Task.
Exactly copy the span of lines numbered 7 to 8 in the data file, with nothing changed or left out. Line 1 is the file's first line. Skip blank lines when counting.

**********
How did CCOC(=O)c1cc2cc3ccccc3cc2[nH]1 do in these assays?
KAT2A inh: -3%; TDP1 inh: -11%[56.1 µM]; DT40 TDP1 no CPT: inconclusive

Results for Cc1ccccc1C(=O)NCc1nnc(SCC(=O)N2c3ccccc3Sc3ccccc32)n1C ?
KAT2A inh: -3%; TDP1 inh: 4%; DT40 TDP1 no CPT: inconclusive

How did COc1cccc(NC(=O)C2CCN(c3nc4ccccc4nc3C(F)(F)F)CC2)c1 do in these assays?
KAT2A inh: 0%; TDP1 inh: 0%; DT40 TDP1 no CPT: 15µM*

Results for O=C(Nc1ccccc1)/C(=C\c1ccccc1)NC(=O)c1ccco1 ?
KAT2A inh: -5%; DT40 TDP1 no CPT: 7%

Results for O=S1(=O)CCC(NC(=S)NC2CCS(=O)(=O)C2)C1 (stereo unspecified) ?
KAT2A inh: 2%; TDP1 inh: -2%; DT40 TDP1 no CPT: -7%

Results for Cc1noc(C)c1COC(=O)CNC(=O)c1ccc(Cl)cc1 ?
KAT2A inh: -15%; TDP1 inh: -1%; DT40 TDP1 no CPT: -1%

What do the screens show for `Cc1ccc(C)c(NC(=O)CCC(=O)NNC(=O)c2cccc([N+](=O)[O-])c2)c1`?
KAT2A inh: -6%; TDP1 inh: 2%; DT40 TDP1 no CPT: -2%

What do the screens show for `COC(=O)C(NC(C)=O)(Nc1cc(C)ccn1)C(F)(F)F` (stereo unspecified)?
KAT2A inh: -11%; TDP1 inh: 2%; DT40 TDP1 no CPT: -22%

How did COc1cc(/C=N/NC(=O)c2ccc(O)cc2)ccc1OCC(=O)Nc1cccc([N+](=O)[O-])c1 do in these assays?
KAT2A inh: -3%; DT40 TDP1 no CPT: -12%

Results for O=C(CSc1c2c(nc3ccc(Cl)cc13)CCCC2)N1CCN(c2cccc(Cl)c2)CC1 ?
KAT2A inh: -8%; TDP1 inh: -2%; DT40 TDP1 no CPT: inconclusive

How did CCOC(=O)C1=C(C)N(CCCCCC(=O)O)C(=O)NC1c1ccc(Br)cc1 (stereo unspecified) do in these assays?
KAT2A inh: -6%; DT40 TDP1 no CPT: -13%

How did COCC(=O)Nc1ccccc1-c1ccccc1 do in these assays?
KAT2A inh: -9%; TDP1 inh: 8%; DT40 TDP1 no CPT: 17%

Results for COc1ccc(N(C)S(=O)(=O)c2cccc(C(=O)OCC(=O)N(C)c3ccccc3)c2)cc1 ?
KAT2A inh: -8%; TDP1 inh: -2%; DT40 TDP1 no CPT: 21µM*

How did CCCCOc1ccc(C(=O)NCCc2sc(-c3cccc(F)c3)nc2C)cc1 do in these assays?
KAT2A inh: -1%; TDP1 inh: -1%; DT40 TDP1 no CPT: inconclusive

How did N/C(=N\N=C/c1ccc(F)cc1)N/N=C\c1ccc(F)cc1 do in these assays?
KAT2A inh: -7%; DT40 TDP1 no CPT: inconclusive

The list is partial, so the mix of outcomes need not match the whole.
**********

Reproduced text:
Results for O=C(Nc1ccccc1)/C(=C\c1ccccc1)NC(=O)c1ccco1 ?
KAT2A inh: -5%; DT40 TDP1 no CPT: 7%